Monday, February 28, 2011

Launch Day!

Wow,it's almost March 1st and launch day for Bless the Bride. I'm no longer nervous but I'm always excited before a launch party. I've bought enough champagne and shamrock cookies, almond cookies and fortune cookies. I only hope they have good fortunes inside. If I'd thought ahead I could have had special ones made with facts about my books in them. Too bad. I always have my best ideas too late.

And a day before launch I got a piece of good news--Bless the Bride has already gone into a second printing. Everyone at Minotaur is pleased as most hardcover sales are slumping due to e-books and the economy. So let's keep our fingers crossed that it continues to sell well.

I've got lots of great facts to talk about at my various signings. New York's Chinatown, where much of the book takes place, was a place that held fascination even at the time I'm writing about. A man called Chuck Connors used to lead what he called slumming tours. He'd take people on a tour of Chinatown, emphasizing the depravity. He'd show them an opium den (a fake one) and the young ladies would swoon into the arms of their escorts. In fact Chinatown was a peaceful place when the tongs weren't at war. It was composed almost entirely of young men and all they did was work eat and sleep, hoping to save enough money to go home again. Of course Molly has heard all the rumors about Chinatown and is worried when she has to go there. With good reason, as it turns out. Will she singlehandedly rekindle the tong wars? Will she survive for her own wedding? You'll have to read the book to find out.

Thursday, February 24, 2011

Five Days and Counting

Let the countdown begin: my new Molly book, BLESS THE BRIDE, comes out in five days.
March 1, 2011.
I'll be celebrating with a launch party at Poisoned Pen bookstore in Scottsdale AZ, so anyone who is in the Phoenix area, I'd love to see you.
I've already bought the champagne, but I'm still thinking about the food.
Stores should have shamrock cookies in them ready for St Patrick's day, don't you think? And the book takes place in New York's Chinatown so I'm going on the hunt for fortune cookies. But what else?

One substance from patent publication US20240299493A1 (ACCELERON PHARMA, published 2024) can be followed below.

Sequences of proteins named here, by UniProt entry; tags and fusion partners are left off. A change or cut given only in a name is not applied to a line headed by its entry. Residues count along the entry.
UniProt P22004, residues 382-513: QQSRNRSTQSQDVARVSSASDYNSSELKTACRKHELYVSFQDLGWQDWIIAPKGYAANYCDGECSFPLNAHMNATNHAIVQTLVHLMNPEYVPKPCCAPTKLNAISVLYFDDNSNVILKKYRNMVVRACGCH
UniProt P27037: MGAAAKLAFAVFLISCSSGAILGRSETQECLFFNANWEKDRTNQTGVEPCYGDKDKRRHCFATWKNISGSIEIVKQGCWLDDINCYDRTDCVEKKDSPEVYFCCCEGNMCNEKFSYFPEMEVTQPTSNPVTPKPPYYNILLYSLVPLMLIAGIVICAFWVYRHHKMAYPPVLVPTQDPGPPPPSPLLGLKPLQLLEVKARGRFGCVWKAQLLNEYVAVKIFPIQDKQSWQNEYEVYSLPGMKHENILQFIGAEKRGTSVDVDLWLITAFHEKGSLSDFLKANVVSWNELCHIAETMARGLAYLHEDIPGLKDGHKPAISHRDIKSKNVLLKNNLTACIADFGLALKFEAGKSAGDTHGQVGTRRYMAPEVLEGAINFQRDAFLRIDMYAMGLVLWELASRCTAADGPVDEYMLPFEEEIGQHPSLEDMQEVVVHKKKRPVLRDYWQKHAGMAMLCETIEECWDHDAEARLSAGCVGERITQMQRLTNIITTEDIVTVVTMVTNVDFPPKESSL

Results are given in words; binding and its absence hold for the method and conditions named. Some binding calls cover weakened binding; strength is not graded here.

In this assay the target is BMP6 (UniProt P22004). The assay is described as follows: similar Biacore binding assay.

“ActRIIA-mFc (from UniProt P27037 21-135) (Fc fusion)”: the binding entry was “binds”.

Since the theme is brides--are there any good wedding related cookies or food you can think of?
AND an added incentive: I'll be giving away two signed copies of the new book for the best comments received on this blog during the month of March.

Monday, February 21, 2011

The Prince and Mrs. Simpson

Last night I watched the new Masterpiece Theater that featured the Prince of Wales and Mrs. Simpson as part of the plot. I'm delighted to say that the writer made them quite nasty. Exactly the way I portray her! He used to be more affable, but I'm sure that being married to her,being bored and frustrated and stripped of his royal privileges would have brought out the worst in him. And that family was known for outbursts of temper. Even his likeable brother Bertie (King George VI) was prone to explosions of rage.

I was puzzled that she was played with a frightfully English accent when I believe the Baltimore came through however much she tried. And I was also pleased to see that the writer brought out their loathing of the new queen (who became our beloved Queen Mum). That was because the queen never compromised her standards. She made it clear that Mrs. Simpson, a twice divorced woman and one with no concept of royal protocol, was not a suitable choice for the Prince of Wales and would do harm to the monarchy.

Mrs. Simpson loathed her in return and refered to her as the Dowdy Duchess and "that awful Scottish woman". But it was the queen who won that battle. She never forgave Mrs. Simpson for causing the prince of wales to abdicate and thus put her fragile husband on the throne. He died young, partly because of the stress of being king through the war. (He also smoked like a chimney)
So his wife made sure that they never were allowed back into Britain. As we found out in the TV play last night, they were sent to the Bahamas for the war, so that the Germans couldn't easily kidnap him and put him on the throne as a puppet king. After the war they mooched around Paris, she shopping and getting her hair done, he following behind looking bored. Serve him right!